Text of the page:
The decision by Indian Railways to trim passenger fares by 2-8% is unlikely to force low-fare airlines to drop their fares, said several budget airline CEOs.
“They may have cut some fares marginally, but they really can’t cut travel time, which is the advantage we are offering over trains,” said G.R. Gopinath, chief executive officer of Air Deccan, India’s biggest low-cost carrier and one of the top three airlines in the country by market share.
Meanwhile, the proposed cuts are not deep enough to stop more people from flying, especially on longer routes such as Delhi to Mumbai, where a two-hour flight can replace a 17-hour train ride, said Siddhanta Sharma, the chairman of Spicejet, adding, “we find that as long as we maintain a reasonable premium of about 15% over train tickets, a lot of people decide to fly.”
In their annual Budget, the railways estimated that earnings from passenger fares are expected to reach Rs20,075 crore during 2007-08 compared with Rs17,400 crore in the previous fiscal, with traffic expected to go up by 5.8% to touch 660 crore, up from an estimated 624 crore passengers in 2006-07. Railways expects growth in earnings from passenger fares to hover around 15.39% in 2007-08.
The price difference between rail and plane tickets is not easy to pin down—airline prices vary considerably depending on seasons, days of the week, and how far in advance the ticket is purchased. But during lean seasons, the same time when the rail ticket price cuts are the deepest, airlines giveaway hundreds of thousands of seats at deep discounts, so that the price difference between a train ticket and judiciously purchased plane ticket could be less than Rs600.
On Sunday, for instance, a train ticket on the Rajdhani between Delhi and Mumbai was about Rs1,453, factoring in a proposed 3% price cut. A plane ticket on GoAir for the same trip was selling for Rs2,150.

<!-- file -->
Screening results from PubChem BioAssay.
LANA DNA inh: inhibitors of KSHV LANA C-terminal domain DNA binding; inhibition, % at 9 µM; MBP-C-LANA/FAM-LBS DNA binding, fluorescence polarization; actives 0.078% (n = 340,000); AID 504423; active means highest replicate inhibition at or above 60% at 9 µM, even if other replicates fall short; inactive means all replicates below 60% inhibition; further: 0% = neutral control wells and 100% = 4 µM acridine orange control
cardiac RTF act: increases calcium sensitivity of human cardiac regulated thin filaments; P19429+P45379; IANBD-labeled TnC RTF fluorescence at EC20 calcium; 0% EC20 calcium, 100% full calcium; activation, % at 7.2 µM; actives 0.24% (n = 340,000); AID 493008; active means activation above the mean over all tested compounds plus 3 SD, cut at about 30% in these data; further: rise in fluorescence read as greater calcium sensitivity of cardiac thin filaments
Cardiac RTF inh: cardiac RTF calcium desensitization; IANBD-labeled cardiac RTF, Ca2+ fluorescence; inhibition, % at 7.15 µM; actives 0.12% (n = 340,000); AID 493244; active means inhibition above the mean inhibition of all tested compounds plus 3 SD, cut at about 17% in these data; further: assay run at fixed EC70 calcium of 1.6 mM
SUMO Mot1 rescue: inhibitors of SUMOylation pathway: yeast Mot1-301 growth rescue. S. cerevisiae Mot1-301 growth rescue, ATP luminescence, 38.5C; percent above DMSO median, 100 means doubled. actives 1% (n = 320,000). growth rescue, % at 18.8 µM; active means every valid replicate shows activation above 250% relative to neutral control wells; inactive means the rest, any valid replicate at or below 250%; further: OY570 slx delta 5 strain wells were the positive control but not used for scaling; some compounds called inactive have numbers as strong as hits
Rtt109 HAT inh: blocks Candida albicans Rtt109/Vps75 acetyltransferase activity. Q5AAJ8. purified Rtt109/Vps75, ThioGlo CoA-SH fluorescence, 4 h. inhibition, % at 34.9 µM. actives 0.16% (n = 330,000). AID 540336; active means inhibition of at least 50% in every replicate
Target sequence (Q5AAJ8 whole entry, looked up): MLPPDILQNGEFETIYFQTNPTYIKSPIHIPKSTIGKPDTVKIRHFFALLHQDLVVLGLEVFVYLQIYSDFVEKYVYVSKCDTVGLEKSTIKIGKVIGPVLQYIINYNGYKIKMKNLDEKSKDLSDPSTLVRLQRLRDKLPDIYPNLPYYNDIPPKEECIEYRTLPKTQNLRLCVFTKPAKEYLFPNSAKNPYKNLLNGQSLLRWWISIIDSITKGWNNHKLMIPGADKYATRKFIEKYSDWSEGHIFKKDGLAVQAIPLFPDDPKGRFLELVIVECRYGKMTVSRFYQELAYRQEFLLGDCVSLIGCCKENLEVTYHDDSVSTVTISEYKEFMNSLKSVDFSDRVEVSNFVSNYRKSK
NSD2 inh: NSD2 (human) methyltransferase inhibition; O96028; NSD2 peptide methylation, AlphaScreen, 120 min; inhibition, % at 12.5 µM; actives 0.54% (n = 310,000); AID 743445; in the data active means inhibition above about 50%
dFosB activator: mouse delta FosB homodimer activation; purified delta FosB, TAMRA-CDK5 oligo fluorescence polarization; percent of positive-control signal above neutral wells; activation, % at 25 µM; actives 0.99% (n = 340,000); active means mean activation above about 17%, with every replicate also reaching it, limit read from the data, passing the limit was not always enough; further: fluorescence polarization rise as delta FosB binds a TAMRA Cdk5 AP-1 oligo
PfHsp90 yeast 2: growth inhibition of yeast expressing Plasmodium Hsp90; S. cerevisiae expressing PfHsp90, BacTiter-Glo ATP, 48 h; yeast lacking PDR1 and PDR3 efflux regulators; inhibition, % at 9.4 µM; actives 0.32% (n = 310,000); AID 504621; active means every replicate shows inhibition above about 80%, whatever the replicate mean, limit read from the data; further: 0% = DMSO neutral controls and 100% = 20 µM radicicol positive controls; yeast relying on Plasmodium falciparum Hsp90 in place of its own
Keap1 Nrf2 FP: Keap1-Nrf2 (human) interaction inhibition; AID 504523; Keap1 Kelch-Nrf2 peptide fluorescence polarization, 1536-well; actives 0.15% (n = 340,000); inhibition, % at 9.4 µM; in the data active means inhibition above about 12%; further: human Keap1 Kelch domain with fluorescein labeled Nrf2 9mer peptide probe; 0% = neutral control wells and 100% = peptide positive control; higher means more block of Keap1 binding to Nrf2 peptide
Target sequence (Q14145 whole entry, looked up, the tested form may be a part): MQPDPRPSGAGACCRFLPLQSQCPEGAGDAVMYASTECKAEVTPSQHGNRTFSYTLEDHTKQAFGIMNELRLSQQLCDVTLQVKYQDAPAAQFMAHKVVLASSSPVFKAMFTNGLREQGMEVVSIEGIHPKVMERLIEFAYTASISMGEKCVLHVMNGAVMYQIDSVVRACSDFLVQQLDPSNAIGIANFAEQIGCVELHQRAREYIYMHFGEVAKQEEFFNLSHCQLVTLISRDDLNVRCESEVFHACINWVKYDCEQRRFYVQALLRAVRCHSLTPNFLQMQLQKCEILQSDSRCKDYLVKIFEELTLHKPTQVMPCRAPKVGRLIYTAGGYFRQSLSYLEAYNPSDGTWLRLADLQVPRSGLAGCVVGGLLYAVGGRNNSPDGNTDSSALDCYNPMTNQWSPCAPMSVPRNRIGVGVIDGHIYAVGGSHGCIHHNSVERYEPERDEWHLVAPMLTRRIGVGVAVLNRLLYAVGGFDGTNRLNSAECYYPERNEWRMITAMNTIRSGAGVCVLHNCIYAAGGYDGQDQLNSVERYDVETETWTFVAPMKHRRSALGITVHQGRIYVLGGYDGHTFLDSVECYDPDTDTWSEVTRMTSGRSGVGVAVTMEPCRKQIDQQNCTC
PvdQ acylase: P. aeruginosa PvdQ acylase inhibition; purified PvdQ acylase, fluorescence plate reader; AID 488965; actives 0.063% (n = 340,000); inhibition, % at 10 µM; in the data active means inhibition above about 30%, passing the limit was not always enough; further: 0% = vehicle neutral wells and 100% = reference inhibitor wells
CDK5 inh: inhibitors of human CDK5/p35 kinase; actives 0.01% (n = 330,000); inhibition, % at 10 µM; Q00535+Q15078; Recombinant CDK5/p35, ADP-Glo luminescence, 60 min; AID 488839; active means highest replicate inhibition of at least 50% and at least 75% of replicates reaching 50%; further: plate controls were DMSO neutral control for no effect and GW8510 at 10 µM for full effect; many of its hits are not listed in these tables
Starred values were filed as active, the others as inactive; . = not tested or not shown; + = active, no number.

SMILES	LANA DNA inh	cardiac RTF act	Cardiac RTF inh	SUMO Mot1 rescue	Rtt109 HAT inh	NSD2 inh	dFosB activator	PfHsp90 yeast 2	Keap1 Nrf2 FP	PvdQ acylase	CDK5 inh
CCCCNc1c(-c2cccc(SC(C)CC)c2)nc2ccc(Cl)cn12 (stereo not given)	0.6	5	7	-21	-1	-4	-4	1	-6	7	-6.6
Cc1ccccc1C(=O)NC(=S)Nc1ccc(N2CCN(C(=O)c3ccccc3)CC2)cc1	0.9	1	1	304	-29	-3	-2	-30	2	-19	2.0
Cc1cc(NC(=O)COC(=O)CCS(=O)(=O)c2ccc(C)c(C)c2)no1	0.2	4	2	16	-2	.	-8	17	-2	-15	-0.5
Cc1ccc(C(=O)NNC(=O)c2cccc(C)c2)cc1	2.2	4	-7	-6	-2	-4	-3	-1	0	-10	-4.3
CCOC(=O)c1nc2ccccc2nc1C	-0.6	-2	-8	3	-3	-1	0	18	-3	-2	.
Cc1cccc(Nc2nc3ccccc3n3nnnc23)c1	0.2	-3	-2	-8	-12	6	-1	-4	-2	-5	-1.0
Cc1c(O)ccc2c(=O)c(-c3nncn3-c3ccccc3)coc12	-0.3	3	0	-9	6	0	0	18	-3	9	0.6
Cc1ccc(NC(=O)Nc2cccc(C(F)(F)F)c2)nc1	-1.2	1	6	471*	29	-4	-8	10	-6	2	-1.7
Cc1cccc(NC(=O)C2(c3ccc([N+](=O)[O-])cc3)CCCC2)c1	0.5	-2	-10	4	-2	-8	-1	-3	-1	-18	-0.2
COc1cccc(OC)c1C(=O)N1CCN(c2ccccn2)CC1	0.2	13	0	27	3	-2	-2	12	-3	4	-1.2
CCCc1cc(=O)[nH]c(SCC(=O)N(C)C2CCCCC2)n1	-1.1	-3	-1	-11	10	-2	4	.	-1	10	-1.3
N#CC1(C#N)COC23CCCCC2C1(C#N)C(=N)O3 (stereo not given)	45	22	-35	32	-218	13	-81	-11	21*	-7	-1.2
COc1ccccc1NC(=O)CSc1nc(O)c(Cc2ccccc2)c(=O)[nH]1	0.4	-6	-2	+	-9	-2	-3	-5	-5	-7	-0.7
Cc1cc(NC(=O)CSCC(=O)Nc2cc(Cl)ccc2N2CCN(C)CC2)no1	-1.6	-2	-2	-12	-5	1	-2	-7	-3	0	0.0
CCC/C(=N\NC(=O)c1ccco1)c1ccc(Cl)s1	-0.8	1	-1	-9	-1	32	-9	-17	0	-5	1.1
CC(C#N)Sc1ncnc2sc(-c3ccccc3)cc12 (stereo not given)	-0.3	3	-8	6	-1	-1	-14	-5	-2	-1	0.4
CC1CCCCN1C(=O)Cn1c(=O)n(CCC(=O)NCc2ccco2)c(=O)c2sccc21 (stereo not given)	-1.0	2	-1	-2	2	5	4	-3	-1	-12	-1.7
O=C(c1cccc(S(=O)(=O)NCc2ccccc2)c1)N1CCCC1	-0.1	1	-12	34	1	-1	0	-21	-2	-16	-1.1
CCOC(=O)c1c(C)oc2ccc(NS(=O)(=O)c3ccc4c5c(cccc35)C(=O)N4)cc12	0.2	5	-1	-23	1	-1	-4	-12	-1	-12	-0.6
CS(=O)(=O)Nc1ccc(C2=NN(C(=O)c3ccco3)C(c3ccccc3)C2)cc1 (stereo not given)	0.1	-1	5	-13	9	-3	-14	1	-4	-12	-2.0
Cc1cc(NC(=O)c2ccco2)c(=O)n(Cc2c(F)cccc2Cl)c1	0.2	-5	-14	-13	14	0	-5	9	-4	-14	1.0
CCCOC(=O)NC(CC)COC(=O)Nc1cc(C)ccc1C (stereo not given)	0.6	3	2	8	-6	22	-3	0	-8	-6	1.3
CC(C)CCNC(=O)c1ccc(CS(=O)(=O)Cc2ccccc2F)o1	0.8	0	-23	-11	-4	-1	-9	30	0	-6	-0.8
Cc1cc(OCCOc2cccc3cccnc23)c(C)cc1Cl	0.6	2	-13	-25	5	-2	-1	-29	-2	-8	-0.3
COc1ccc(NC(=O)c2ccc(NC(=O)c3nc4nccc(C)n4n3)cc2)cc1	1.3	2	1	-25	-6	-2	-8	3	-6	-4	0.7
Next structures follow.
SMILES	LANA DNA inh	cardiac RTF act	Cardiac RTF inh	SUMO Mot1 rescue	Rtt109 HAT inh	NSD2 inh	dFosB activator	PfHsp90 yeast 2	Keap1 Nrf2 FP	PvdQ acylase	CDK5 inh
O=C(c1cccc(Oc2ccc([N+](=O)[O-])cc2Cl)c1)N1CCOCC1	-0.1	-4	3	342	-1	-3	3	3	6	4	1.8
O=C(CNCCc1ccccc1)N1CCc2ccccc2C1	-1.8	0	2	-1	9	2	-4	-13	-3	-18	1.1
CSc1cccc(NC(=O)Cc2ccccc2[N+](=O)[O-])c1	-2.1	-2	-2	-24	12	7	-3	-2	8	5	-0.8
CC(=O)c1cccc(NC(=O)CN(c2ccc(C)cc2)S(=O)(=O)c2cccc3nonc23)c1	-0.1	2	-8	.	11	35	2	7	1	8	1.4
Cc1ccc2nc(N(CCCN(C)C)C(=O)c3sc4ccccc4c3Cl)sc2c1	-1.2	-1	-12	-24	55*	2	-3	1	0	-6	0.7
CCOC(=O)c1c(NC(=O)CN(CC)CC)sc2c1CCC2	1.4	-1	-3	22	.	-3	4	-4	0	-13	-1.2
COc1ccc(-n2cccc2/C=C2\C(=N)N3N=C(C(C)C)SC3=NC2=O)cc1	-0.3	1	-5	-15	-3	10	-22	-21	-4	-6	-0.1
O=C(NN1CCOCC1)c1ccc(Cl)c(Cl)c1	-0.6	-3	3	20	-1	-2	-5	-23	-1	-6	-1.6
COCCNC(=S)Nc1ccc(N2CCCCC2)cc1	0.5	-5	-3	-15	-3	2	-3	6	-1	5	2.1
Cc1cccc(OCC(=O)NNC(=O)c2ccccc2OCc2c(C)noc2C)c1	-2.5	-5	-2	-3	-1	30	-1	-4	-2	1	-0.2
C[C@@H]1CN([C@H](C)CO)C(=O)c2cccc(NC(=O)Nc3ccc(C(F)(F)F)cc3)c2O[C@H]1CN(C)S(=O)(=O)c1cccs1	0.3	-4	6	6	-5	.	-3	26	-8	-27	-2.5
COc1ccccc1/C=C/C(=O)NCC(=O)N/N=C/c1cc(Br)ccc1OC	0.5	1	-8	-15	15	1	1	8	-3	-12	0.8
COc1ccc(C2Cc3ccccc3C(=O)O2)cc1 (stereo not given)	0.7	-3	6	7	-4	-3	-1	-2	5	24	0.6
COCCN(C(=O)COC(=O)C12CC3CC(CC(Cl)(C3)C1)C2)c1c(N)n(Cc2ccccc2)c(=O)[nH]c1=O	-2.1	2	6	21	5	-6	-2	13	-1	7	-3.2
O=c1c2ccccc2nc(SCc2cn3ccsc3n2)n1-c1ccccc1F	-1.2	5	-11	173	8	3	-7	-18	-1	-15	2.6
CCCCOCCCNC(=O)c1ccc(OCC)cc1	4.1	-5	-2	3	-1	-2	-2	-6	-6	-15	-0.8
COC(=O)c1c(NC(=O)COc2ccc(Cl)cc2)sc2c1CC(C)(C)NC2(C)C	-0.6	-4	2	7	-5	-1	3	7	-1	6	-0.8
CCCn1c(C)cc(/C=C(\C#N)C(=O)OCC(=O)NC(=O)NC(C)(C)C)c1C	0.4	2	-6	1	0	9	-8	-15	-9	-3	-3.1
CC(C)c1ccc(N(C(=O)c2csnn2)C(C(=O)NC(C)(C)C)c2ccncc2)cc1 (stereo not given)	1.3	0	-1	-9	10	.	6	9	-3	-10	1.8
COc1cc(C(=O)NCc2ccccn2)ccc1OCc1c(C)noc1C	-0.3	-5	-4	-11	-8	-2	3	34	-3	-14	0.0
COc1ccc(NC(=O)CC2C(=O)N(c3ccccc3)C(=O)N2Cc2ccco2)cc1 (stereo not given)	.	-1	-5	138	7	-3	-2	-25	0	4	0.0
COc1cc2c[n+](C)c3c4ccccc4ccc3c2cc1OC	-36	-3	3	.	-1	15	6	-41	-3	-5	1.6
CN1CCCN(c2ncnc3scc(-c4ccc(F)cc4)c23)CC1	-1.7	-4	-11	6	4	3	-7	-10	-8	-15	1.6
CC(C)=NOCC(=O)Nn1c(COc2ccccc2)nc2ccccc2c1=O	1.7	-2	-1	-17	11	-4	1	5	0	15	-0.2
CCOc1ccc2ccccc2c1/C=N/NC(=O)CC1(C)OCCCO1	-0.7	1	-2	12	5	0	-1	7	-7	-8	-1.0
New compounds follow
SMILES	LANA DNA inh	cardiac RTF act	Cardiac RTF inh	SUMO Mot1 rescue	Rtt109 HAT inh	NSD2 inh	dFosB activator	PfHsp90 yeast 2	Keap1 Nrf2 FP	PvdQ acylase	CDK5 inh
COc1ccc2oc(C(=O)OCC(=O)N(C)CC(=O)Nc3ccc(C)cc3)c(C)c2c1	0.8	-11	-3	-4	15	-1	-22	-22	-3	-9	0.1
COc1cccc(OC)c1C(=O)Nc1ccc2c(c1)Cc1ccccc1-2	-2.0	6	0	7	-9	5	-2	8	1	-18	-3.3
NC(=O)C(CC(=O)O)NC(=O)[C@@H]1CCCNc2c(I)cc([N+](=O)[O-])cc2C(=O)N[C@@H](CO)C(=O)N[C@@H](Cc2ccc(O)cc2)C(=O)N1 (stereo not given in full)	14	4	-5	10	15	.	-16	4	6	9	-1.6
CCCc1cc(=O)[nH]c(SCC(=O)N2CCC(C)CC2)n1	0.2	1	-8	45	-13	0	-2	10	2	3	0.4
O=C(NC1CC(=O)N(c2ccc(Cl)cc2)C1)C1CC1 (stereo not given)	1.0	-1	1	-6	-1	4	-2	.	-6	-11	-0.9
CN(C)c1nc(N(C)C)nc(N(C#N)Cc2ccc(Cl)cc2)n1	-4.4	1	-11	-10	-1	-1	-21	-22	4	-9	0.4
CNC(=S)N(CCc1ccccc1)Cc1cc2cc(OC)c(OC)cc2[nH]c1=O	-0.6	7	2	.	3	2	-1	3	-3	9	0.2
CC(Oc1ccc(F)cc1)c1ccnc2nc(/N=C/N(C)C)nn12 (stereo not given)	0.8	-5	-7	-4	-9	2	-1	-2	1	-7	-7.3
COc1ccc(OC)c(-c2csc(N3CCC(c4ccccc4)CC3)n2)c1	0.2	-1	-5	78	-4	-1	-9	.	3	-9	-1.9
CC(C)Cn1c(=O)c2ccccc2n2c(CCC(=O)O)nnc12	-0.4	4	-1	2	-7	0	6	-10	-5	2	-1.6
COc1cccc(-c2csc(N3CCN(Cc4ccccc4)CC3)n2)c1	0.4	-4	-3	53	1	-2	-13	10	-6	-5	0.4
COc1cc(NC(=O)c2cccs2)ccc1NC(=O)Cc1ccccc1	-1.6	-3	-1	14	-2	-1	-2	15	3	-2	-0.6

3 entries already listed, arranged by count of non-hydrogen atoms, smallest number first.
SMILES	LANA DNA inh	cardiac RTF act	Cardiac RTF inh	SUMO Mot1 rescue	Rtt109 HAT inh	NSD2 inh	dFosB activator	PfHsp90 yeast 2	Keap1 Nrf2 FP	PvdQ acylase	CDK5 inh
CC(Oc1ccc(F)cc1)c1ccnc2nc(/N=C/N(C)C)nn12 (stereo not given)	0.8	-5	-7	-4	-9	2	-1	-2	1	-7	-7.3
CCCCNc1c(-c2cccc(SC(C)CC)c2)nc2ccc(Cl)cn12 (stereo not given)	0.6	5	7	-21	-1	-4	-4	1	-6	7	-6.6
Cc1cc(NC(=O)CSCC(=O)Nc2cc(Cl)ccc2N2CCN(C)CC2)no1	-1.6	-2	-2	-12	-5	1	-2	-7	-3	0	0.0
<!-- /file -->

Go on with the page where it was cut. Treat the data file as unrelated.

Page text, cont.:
“Look, if it’s only Rs800 to save 15-16 hours, I think many passengers would obviously choose to fly,” said Jatin Mehra, a 28-year-old who was buying a train ticket at a travel agent in Connaught Place. “If it saves you that much time, it’s probably worth it.
Mehra, who has never flown before, says he is considering flying on his next trip to Chennai. Mehra is the kind of person that Air Deccan’s Gopinath has staked his airline’s entire philosophy on—train passengers who are willing to pay a little more for the efficiencies of flying.
“Even if I take away 5% of the train passengers over the next five years, I will havesucceeded,” he said. Almost half of Deccan’s 5.6 million passengers in 2006 were first-time fliers.
All of India’s airlines flew a combined total of just under 25 million passengers in 2006, while 21 million passengers bought tickets in three-tier air conditioned coaches. While railways is losing some passengers for good, it is also finding that as incomes improve, more people are willing to pay extra and travel in air-conditioned trains.
“A phenomenal number of people have switched from sleeper class to third AC,” said a railway official, who didn’t want to be named. “This shows that middle-class passengers are increasingly in a position to shell out around double the charge of a sleeper ticket, and travel in an air conditioned coach.”
Often though, plane tickets, even on budget carriers, can cost twice or even thrice that of a train ticket.
Airlines in India find they can fill their planes if they sell some of their tickets at lower prices, thus attracting the train passenger, and the rest of their tickets at incremental increases, selling to the habitual airline passenger.
Sagar Malviya and K.P. Narayana Kumar contributed to this story